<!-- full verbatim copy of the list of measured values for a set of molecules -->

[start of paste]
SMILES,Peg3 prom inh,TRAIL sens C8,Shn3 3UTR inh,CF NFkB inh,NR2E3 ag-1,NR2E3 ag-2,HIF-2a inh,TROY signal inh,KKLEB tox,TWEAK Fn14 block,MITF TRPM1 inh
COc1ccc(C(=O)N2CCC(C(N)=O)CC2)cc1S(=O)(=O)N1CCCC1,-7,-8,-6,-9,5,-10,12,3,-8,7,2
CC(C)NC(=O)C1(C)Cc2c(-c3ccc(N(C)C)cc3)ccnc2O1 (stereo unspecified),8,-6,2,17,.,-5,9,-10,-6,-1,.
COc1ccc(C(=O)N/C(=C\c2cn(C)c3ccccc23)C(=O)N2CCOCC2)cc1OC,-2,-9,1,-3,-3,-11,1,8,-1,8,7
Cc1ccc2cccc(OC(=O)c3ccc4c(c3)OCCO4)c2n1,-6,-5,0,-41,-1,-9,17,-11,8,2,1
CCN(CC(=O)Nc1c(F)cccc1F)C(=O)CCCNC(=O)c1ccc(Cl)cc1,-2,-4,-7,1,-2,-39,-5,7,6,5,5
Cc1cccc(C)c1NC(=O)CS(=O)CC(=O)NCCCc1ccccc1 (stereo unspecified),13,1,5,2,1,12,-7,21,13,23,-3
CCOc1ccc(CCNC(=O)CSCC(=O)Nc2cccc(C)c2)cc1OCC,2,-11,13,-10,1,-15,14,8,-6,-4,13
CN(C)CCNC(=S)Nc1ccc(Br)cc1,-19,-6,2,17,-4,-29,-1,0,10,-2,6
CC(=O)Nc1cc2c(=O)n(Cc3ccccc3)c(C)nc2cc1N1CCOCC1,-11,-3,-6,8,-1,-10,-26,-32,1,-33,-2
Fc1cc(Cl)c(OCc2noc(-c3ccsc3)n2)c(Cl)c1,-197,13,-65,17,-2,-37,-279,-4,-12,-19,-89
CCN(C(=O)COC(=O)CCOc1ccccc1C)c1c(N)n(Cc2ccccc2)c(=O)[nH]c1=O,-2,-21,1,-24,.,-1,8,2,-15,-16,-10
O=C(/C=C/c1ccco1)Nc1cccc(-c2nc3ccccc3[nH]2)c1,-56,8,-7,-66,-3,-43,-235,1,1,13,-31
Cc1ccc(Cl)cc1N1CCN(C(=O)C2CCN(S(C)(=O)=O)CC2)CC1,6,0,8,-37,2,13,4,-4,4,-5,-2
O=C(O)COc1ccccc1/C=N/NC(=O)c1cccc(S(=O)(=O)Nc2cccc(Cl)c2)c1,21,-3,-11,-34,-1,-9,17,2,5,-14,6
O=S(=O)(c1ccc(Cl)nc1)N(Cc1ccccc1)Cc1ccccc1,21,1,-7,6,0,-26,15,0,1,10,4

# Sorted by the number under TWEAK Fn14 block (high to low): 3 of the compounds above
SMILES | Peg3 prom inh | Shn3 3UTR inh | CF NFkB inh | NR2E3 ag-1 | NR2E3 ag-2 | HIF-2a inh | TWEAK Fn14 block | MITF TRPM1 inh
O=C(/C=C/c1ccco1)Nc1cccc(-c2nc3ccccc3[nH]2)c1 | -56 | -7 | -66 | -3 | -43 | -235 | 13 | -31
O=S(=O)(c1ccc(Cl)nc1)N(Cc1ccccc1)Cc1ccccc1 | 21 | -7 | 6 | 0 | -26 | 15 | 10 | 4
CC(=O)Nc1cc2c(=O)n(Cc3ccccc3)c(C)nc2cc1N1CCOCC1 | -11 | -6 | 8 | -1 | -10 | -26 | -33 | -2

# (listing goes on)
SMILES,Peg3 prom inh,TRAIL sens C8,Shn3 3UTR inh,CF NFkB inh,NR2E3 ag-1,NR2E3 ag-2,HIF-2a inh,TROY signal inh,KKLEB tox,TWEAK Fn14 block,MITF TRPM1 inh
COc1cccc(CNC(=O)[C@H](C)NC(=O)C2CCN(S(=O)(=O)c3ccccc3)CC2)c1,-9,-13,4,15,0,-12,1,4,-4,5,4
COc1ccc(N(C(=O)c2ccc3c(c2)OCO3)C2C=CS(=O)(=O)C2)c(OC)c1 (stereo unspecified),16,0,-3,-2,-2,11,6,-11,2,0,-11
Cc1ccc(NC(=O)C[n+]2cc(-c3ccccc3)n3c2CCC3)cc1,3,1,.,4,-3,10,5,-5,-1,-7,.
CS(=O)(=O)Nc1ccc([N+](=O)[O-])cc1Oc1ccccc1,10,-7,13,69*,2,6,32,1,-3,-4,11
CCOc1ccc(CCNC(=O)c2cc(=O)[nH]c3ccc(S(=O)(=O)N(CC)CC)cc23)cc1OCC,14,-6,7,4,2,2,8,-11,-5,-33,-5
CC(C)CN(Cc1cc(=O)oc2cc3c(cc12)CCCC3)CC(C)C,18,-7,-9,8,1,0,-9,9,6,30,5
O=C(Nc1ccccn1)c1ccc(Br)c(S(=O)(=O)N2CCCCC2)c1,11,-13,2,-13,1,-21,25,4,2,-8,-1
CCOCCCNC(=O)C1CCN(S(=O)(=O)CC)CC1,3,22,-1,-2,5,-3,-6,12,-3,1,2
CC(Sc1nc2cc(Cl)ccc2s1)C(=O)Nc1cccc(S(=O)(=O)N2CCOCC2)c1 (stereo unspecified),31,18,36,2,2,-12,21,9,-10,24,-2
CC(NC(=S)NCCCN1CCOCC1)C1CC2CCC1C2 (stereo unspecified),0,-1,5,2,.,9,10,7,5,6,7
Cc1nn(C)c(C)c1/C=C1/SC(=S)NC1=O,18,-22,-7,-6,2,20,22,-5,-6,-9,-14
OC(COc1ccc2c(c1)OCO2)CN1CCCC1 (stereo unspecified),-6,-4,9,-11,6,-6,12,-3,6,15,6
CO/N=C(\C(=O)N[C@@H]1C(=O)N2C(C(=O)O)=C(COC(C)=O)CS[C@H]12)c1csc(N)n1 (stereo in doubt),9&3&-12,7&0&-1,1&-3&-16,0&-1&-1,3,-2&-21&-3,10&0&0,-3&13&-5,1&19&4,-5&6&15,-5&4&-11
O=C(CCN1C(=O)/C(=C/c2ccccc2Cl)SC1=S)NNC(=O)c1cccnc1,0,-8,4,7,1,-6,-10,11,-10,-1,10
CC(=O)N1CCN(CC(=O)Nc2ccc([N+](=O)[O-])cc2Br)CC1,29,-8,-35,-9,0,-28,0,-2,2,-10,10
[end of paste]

SMILES,Peg3 prom inh,TRAIL sens C8,Shn3 3UTR inh,CF NFkB inh,NR2E3 ag-1,NR2E3 ag-2,HIF-2a inh,TROY signal inh,KKLEB tox,TWEAK Fn14 block,MITF TRPM1 inh
COc1ccc(C(=O)N2CCC(C(N)=O)CC2)cc1S(=O)(=O)N1CCCC1,-7,-8,-6,-9,5,-10,12,3,-8,7,2
CC(C)NC(=O)C1(C)Cc2c(-c3ccc(N(C)C)cc3)ccnc2O1 (stereo unspecified),8,-6,2,17,.,-5,9,-10,-6,-1,.
COc1ccc(C(=O)N/C(=C\c2cn(C)c3ccccc23)C(=O)N2CCOCC2)cc1OC,-2,-9,1,-3,-3,-11,1,8,-1,8,7
Cc1ccc2cccc(OC(=O)c3ccc4c(c3)OCCO4)c2n1,-6,-5,0,-41,-1,-9,17,-11,8,2,1
CCN(CC(=O)Nc1c(F)cccc1F)C(=O)CCCNC(=O)c1ccc(Cl)cc1,-2,-4,-7,1,-2,-39,-5,7,6,5,5
Cc1cccc(C)c1NC(=O)CS(=O)CC(=O)NCCCc1ccccc1 (stereo unspecified),13,1,5,2,1,12,-7,21,13,23,-3
CCOc1ccc(CCNC(=O)CSCC(=O)Nc2cccc(C)c2)cc1OCC,2,-11,13,-10,1,-15,14,8,-6,-4,13
CN(C)CCNC(=S)Nc1ccc(Br)cc1,-19,-6,2,17,-4,-29,-1,0,10,-2,6
CC(=O)Nc1cc2c(=O)n(Cc3ccccc3)c(C)nc2cc1N1CCOCC1,-11,-3,-6,8,-1,-10,-26,-32,1,-33,-2
Fc1cc(Cl)c(OCc2noc(-c3ccsc3)n2)c(Cl)c1,-197,13,-65,17,-2,-37,-279,-4,-12,-19,-89
CCN(C(=O)COC(=O)CCOc1ccccc1C)c1c(N)n(Cc2ccccc2)c(=O)[nH]c1=O,-2,-21,1,-24,.,-1,8,2,-15,-16,-10
O=C(/C=C/c1ccco1)Nc1cccc(-c2nc3ccccc3[nH]2)c1,-56,8,-7,-66,-3,-43,-235,1,1,13,-31
Cc1ccc(Cl)cc1N1CCN(C(=O)C2CCN(S(C)(=O)=O)CC2)CC1,6,0,8,-37,2,13,4,-4,4,-5,-2
O=C(O)COc1ccccc1/C=N/NC(=O)c1cccc(S(=O)(=O)Nc2cccc(Cl)c2)c1,21,-3,-11,-34,-1,-9,17,2,5,-14,6
O=S(=O)(c1ccc(Cl)nc1)N(Cc1ccccc1)Cc1ccccc1,21,1,-7,6,0,-26,15,0,1,10,4

# Sorted by the number under TWEAK Fn14 block (high to low): 3 of the compounds above
SMILES | Peg3 prom inh | Shn3 3UTR inh | CF NFkB inh | NR2E3 ag-1 | NR2E3 ag-2 | HIF-2a inh | TWEAK Fn14 block | MITF TRPM1 inh
O=C(/C=C/c1ccco1)Nc1cccc(-c2nc3ccccc3[nH]2)c1 | -56 | -7 | -66 | -3 | -43 | -235 | 13 | -31
O=S(=O)(c1ccc(Cl)nc1)N(Cc1ccccc1)Cc1ccccc1 | 21 | -7 | 6 | 0 | -26 | 15 | 10 | 4
CC(=O)Nc1cc2c(=O)n(Cc3ccccc3)c(C)nc2cc1N1CCOCC1 | -11 | -6 | 8 | -1 | -10 | -26 | -33 | -2

# (listing goes on)
SMILES,Peg3 prom inh,TRAIL sens C8,Shn3 3UTR inh,CF NFkB inh,NR2E3 ag-1,NR2E3 ag-2,HIF-2a inh,TROY signal inh,KKLEB tox,TWEAK Fn14 block,MITF TRPM1 inh
COc1cccc(CNC(=O)[C@H](C)NC(=O)C2CCN(S(=O)(=O)c3ccccc3)CC2)c1,-9,-13,4,15,0,-12,1,4,-4,5,4
COc1ccc(N(C(=O)c2ccc3c(c2)OCO3)C2C=CS(=O)(=O)C2)c(OC)c1 (stereo unspecified),16,0,-3,-2,-2,11,6,-11,2,0,-11
Cc1ccc(NC(=O)C[n+]2cc(-c3ccccc3)n3c2CCC3)cc1,3,1,.,4,-3,10,5,-5,-1,-7,.
CS(=O)(=O)Nc1ccc([N+](=O)[O-])cc1Oc1ccccc1,10,-7,13,69*,2,6,32,1,-3,-4,11
CCOc1ccc(CCNC(=O)c2cc(=O)[nH]c3ccc(S(=O)(=O)N(CC)CC)cc23)cc1OCC,14,-6,7,4,2,2,8,-11,-5,-33,-5
CC(C)CN(Cc1cc(=O)oc2cc3c(cc12)CCCC3)CC(C)C,18,-7,-9,8,1,0,-9,9,6,30,5
O=C(Nc1ccccn1)c1ccc(Br)c(S(=O)(=O)N2CCCCC2)c1,11,-13,2,-13,1,-21,25,4,2,-8,-1
CCOCCCNC(=O)C1CCN(S(=O)(=O)CC)CC1,3,22,-1,-2,5,-3,-6,12,-3,1,2
CC(Sc1nc2cc(Cl)ccc2s1)C(=O)Nc1cccc(S(=O)(=O)N2CCOCC2)c1 (stereo unspecified),31,18,36,2,2,-12,21,9,-10,24,-2
CC(NC(=S)NCCCN1CCOCC1)C1CC2CCC1C2 (stereo unspecified),0,-1,5,2,.,9,10,7,5,6,7
Cc1nn(C)c(C)c1/C=C1/SC(=S)NC1=O,18,-22,-7,-6,2,20,22,-5,-6,-9,-14
OC(COc1ccc2c(c1)OCO2)CN1CCCC1 (stereo unspecified),-6,-4,9,-11,6,-6,12,-3,6,15,6
CO/N=C(\C(=O)N[C@@H]1C(=O)N2C(C(=O)O)=C(COC(C)=O)CS[C@H]12)c1csc(N)n1 (stereo in doubt),9&3&-12,7&0&-1,1&-3&-16,0&-1&-1,3,-2&-21&-3,10&0&0,-3&13&-5,1&19&4,-5&6&15,-5&4&-11
O=C(CCN1C(=O)/C(=C/c2ccccc2Cl)SC1=S)NNC(=O)c1cccnc1,0,-8,4,7,1,-6,-10,11,-10,-1,10
CC(=O)N1CCN(CC(=O)Nc2ccc([N+](=O)[O-])cc2Br)CC1,29,-8,-35,-9,0,-28,0,-2,2,-10,10